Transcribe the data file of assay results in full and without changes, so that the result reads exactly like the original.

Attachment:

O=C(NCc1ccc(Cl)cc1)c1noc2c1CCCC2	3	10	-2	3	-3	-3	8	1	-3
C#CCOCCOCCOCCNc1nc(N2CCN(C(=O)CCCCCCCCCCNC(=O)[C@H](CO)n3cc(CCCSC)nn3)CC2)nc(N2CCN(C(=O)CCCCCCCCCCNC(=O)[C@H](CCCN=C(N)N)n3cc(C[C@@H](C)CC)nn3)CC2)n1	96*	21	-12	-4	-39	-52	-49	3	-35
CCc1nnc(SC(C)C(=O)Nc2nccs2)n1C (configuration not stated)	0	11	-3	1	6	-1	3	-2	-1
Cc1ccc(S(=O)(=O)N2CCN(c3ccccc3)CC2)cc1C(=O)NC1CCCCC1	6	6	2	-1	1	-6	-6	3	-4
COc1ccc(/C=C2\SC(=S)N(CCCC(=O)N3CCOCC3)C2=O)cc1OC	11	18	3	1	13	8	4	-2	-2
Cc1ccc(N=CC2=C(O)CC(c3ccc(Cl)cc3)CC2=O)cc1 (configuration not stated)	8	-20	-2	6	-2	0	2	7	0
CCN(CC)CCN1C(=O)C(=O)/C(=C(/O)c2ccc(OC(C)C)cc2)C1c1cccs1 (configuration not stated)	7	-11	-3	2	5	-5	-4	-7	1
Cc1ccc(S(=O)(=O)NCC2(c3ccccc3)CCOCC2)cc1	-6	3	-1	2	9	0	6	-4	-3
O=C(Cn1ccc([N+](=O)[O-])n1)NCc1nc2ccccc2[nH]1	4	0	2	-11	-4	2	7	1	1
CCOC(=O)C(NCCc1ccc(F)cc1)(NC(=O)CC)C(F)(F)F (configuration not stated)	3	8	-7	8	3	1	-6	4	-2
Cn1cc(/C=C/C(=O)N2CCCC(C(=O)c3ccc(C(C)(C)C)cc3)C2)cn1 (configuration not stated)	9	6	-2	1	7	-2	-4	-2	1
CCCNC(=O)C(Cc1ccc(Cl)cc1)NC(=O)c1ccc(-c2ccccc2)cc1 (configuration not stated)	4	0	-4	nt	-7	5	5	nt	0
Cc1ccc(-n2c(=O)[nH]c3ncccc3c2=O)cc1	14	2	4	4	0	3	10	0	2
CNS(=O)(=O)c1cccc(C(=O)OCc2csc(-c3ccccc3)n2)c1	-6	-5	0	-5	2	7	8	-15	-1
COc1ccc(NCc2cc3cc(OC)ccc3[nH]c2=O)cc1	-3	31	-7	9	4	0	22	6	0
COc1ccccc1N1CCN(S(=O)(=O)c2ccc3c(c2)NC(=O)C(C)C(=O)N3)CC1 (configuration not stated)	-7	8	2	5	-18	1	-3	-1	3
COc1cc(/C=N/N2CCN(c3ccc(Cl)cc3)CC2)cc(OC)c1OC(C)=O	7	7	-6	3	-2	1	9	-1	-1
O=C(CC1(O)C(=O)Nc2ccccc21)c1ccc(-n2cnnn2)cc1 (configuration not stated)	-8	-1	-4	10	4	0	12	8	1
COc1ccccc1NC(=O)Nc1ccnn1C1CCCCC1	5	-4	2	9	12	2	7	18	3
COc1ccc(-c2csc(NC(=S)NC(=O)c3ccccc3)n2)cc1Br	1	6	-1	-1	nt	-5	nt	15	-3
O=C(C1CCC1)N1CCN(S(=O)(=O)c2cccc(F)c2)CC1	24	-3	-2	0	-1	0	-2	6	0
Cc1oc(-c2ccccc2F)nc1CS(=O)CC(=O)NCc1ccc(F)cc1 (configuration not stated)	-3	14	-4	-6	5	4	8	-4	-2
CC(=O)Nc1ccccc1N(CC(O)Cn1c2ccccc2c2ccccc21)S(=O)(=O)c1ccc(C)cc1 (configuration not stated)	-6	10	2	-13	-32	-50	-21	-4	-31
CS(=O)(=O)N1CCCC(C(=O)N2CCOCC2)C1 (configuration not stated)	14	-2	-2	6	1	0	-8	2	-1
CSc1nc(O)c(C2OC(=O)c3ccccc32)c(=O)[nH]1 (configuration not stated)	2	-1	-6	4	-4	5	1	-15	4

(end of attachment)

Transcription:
O=C(NCc1ccc(Cl)cc1)c1noc2c1CCCC2	3	10	-2	3	-3	-3	8	1	-3
C#CCOCCOCCOCCNc1nc(N2CCN(C(=O)CCCCCCCCCCNC(=O)[C@H](CO)n3cc(CCCSC)nn3)CC2)nc(N2CCN(C(=O)CCCCCCCCCCNC(=O)[C@H](CCCN=C(N)N)n3cc(C[C@@H](C)CC)nn3)CC2)n1	96*	21	-12	-4	-39	-52	-49	3	-35
CCc1nnc(SC(C)C(=O)Nc2nccs2)n1C (configuration not stated)	0	11	-3	1	6	-1	3	-2	-1
Cc1ccc(S(=O)(=O)N2CCN(c3ccccc3)CC2)cc1C(=O)NC1CCCCC1	6	6	2	-1	1	-6	-6	3	-4
COc1ccc(/C=C2\SC(=S)N(CCCC(=O)N3CCOCC3)C2=O)cc1OC	11	18	3	1	13	8	4	-2	-2
Cc1ccc(N=CC2=C(O)CC(c3ccc(Cl)cc3)CC2=O)cc1 (configuration not stated)	8	-20	-2	6	-2	0	2	7	0
CCN(CC)CCN1C(=O)C(=O)/C(=C(/O)c2ccc(OC(C)C)cc2)C1c1cccs1 (configuration not stated)	7	-11	-3	2	5	-5	-4	-7	1
Cc1ccc(S(=O)(=O)NCC2(c3ccccc3)CCOCC2)cc1	-6	3	-1	2	9	0	6	-4	-3
O=C(Cn1ccc([N+](=O)[O-])n1)NCc1nc2ccccc2[nH]1	4	0	2	-11	-4	2	7	1	1
CCOC(=O)C(NCCc1ccc(F)cc1)(NC(=O)CC)C(F)(F)F (configuration not stated)	3	8	-7	8	3	1	-6	4	-2
Cn1cc(/C=C/C(=O)N2CCCC(C(=O)c3ccc(C(C)(C)C)cc3)C2)cn1 (configuration not stated)	9	6	-2	1	7	-2	-4	-2	1
CCCNC(=O)C(Cc1ccc(Cl)cc1)NC(=O)c1ccc(-c2ccccc2)cc1 (configuration not stated)	4	0	-4	nt	-7	5	5	nt	0
Cc1ccc(-n2c(=O)[nH]c3ncccc3c2=O)cc1	14	2	4	4	0	3	10	0	2
CNS(=O)(=O)c1cccc(C(=O)OCc2csc(-c3ccccc3)n2)c1	-6	-5	0	-5	2	7	8	-15	-1
COc1ccc(NCc2cc3cc(OC)ccc3[nH]c2=O)cc1	-3	31	-7	9	4	0	22	6	0
COc1ccccc1N1CCN(S(=O)(=O)c2ccc3c(c2)NC(=O)C(C)C(=O)N3)CC1 (configuration not stated)	-7	8	2	5	-18	1	-3	-1	3
COc1cc(/C=N/N2CCN(c3ccc(Cl)cc3)CC2)cc(OC)c1OC(C)=O	7	7	-6	3	-2	1	9	-1	-1
O=C(CC1(O)C(=O)Nc2ccccc21)c1ccc(-n2cnnn2)cc1 (configuration not stated)	-8	-1	-4	10	4	0	12	8	1
COc1ccccc1NC(=O)Nc1ccnn1C1CCCCC1	5	-4	2	9	12	2	7	18	3
COc1ccc(-c2csc(NC(=S)NC(=O)c3ccccc3)n2)cc1Br	1	6	-1	-1	nt	-5	nt	15	-3
O=C(C1CCC1)N1CCN(S(=O)(=O)c2cccc(F)c2)CC1	24	-3	-2	0	-1	0	-2	6	0
Cc1oc(-c2ccccc2F)nc1CS(=O)CC(=O)NCc1ccc(F)cc1 (configuration not stated)	-3	14	-4	-6	5	4	8	-4	-2
CC(=O)Nc1ccccc1N(CC(O)Cn1c2ccccc2c2ccccc21)S(=O)(=O)c1ccc(C)cc1 (configuration not stated)	-6	10	2	-13	-32	-50	-21	-4	-31
CS(=O)(=O)N1CCCC(C(=O)N2CCOCC2)C1 (configuration not stated)	14	-2	-2	6	1	0	-8	2	-1
CSc1nc(O)c(C2OC(=O)c3ccccc32)c(=O)[nH]1 (configuration not stated)	2	-1	-6	4	-4	5	1	-15	4